Nopal goes by many names, including Prickly Pear and Opuntia, and is the fruit of a cactus that’s consumed in Mexico, southern America and Spain.
The fruit has been investigated for its ability to:
- reduce blood glucose concentrations following a meal
- reduce levels of Low Density Lipoprotein (LDL, aka “bad cholesterol”)
This is of particular interest to people suffering with Type II diabetes, but it could also pertain to those wishing to lose body-fat weight, due to the flattening effect Nopal can have on the sugar spikes and crashes that often lead to further snacking and insulin resistance.
Supplement companies are of course eager to concentrate the nopal fruit and cram its powdered form into pills or drink mixes.
The Incretin Effect
The incretin effect is the enhanced insulin response to an oral intake of glucose relative to that of an intravenous injection of glucose.
Simply put, it refers to the strength of insulin secretion after we eat food.
There are two peptide hormones which mediate this effect:
- Glucose-dependent insulinotropic polypeptide (GIP)
- Glucagon-like-peptide-1 (GLP-1)
Both are present in the gut and act in response to the detection of nutrients.
GIP is stimulated mainly by fat, but does respond to glucose.
GLP-1 is stimulated by glucose, amino acids and fat.
Both peptides can increase insulin secretion based on the presence of glucose, but their other functions do not align with one another.
GLP-1 inhibits the release of glucagon, the body’s main catabolic hormone with the opposite function of insulin. Glucagon is responsible for breaking down glycogen and fat and increasing blood glucose and triglyceride levels.
Gastric emptying is also slowed by GLP-1. That is rate at which food empties from the stomach and enters the small intestine.
Furthermore, GLP-1 can increase satiety/reduce appetite via its influence on the central nervous system.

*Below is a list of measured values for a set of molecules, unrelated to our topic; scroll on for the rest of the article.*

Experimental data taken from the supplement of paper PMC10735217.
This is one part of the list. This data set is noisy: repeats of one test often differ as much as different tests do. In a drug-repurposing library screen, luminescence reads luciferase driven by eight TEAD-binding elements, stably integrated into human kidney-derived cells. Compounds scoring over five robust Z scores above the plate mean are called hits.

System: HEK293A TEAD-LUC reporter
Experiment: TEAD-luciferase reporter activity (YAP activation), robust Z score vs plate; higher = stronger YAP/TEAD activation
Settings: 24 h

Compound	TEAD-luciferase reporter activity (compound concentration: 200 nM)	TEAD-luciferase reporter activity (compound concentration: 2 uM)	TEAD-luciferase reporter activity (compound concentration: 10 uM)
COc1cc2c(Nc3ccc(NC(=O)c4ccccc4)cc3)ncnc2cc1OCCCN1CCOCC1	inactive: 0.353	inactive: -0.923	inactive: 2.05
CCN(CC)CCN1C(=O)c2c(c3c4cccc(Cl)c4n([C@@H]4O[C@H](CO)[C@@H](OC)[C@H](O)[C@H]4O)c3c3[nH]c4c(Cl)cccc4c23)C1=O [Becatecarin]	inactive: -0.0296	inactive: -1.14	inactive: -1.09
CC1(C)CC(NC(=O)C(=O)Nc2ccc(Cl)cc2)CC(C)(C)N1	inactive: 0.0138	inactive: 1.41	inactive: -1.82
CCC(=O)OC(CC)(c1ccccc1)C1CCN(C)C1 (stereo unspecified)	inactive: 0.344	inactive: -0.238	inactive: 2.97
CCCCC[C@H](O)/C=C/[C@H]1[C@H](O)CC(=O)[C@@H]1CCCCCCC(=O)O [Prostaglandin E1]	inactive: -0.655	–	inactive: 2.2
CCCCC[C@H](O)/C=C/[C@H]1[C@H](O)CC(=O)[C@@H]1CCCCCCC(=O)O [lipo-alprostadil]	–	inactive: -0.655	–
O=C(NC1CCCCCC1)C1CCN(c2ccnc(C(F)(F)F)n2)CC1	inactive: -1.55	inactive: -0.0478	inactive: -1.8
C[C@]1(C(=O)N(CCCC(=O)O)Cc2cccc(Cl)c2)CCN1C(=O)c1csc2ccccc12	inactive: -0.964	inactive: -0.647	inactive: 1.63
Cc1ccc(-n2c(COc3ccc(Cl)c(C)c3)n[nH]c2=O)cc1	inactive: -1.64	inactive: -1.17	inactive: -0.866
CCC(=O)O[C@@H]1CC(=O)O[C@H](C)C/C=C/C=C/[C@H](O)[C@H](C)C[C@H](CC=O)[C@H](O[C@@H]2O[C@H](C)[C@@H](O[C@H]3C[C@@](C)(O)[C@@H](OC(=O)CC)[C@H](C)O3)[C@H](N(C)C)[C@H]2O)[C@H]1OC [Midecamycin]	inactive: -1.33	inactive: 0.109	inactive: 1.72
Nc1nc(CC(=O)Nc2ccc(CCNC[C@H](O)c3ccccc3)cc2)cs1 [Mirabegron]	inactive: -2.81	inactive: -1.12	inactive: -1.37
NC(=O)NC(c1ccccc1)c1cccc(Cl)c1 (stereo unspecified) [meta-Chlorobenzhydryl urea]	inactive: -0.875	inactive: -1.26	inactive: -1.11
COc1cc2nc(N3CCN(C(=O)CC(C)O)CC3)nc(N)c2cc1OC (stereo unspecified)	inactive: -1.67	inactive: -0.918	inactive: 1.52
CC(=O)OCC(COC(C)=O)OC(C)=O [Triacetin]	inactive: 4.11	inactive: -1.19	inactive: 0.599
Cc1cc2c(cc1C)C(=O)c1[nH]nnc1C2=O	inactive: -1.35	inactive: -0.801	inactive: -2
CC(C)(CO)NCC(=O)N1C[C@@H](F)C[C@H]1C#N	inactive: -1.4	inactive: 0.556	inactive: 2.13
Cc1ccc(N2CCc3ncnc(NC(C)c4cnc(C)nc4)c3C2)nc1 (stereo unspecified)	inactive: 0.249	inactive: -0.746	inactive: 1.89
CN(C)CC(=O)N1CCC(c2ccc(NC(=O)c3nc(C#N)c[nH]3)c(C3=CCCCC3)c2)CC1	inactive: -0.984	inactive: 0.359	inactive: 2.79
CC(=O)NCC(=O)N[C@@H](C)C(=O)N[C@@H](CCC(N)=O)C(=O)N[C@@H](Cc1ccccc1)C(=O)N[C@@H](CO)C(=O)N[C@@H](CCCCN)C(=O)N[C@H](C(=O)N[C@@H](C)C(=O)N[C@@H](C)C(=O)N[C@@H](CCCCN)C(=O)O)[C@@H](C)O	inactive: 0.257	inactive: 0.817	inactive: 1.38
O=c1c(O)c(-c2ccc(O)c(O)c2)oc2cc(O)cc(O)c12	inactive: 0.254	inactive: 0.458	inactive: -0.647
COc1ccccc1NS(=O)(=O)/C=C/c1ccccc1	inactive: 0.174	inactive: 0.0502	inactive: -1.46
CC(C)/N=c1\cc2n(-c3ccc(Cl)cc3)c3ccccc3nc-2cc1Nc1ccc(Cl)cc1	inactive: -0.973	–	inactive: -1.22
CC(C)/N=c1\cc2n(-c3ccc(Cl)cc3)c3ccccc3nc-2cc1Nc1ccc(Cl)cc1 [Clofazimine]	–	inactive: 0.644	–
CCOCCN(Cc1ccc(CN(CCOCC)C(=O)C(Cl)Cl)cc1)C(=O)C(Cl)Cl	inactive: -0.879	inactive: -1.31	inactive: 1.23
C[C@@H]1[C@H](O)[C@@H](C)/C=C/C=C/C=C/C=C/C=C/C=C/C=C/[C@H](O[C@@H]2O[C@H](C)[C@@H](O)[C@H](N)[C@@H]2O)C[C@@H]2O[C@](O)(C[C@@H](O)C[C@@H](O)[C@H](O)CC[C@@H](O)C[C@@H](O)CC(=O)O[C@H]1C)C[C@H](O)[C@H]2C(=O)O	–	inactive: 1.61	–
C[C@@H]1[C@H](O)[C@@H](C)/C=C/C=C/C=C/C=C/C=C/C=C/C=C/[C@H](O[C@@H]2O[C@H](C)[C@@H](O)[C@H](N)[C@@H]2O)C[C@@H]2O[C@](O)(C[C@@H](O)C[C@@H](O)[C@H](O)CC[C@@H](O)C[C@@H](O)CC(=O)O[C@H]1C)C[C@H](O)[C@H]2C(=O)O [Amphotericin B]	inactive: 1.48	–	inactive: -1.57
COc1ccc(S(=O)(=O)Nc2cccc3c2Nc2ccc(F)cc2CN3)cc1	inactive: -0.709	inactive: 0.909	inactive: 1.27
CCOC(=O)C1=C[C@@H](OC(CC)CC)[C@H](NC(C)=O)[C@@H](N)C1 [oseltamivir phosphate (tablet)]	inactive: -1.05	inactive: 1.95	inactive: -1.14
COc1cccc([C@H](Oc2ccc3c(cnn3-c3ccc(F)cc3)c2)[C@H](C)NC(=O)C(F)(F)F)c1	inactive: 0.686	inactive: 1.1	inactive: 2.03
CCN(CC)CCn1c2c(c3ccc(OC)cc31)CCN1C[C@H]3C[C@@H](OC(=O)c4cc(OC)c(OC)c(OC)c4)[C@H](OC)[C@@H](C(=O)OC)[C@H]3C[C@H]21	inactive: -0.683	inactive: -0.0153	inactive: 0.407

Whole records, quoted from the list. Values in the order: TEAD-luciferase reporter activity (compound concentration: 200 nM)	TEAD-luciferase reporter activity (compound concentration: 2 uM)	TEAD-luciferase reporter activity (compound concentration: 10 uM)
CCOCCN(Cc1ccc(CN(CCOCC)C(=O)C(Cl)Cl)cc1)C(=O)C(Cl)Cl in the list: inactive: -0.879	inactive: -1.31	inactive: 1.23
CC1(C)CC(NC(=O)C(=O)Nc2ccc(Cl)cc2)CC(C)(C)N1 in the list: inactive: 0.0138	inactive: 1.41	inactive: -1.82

In contrast, GIP interacts with adipocytes (fat cells) to encourage the storage of triglycerides.
Type II Diabetes and Obesity
People who have developed Type II Diabetes, or obese people who are heading in that direction have a diminished incretin effect, making their glucose tolerance and insulin activity much weaker.
However, it seems that circulating GIP and GLP-1 concentrations are no different after food for Type II diabetics and healthy people.
Therefore the problem is the response to these incretin peptide hormones by the cells which secrete insulin.
The deficit with GLP-1 is not massive and can be overridden by increasing its quantity in the system.
The resistance to GIP cannot be overcome, even via injections. Therefore GIP’s effect in Type II Diabetics becomes virtually useless unless a complete lifestyle change is adhered to. That involves a healthy diet (with caloric deficit until target bodyweight is met) and regular exercise.
In the meantime, enhancing GLP-1 concentrations is a viable solution to the problem of insulin response to dietary glucose. [https://www.ncbi.nlm.nih.gov/pmc/articles/PMC2890383/]
Where Does Nopal Fit In?
Nopal has been tested with both type 2 diabetics and healthy subjects in a laboratory setting.
In one study, Type II diabetic patients who ate a high carb breakfast (HCB) with 300g of Nopal showed significantly reduced blood glucose compared with those who only had the HCB.
The insulin response was also lowered, which makes sense considering the glucose was, however this isn’t always the case as Type 2s often have such reduced insulin sensitivity that there is a large response to any glucose, which it quickly shuttles away to fat cells.
Nopal feeding appears to reduce the impact carbohydrate has on blood sugar and increases the sensitivity of the insulin response.
The study concluded that nopal can reduce postprandial (post-eating) blood glucose, serum insulin levels and even peaks in GIP, for healthy people and those battling with type II diabetes.
The same study also showed increased antioxidant activity from the nopal supplementation.
Another study demonstrated that nopal counteracted high-fat diet induced adiposity (obesity) in rats, and reduce adipocyte hypertrophy (fat cell growth).
The same study noted that nopal reduced intestinal inflammation and oxidative stress as well as improving the gut microbiome
Summary of Effects
From the scientific research, nopal appears to have the following beneficial effects:
- Reduces Blood Sugar following a meal – i.e. a hypoglycemic effect
- Reduces LDL (bad cholesterol) in the blood
- Improves Gut environment
- Improves Antioxidant activity
Closing Remarks on Nopal
Nopal looks to be a promising supplement to augment any weight loss plan and help re-establish insulin health in people who have become unable to properly process glucose.
It has interesting potential as an appetite suppressor and antioxidant as well.
The first thing many people look for is something to burn fat, but tackling the blood sugar spikes and insulin resistance problems head on are likely to have more profound knock-on effects than merely burning some calories.
Take control of your body’s initial response to food and the nutrients it contains will help you reduce your overall calorie intake, and may improve energy levels enough fo you to think about more regular exercise.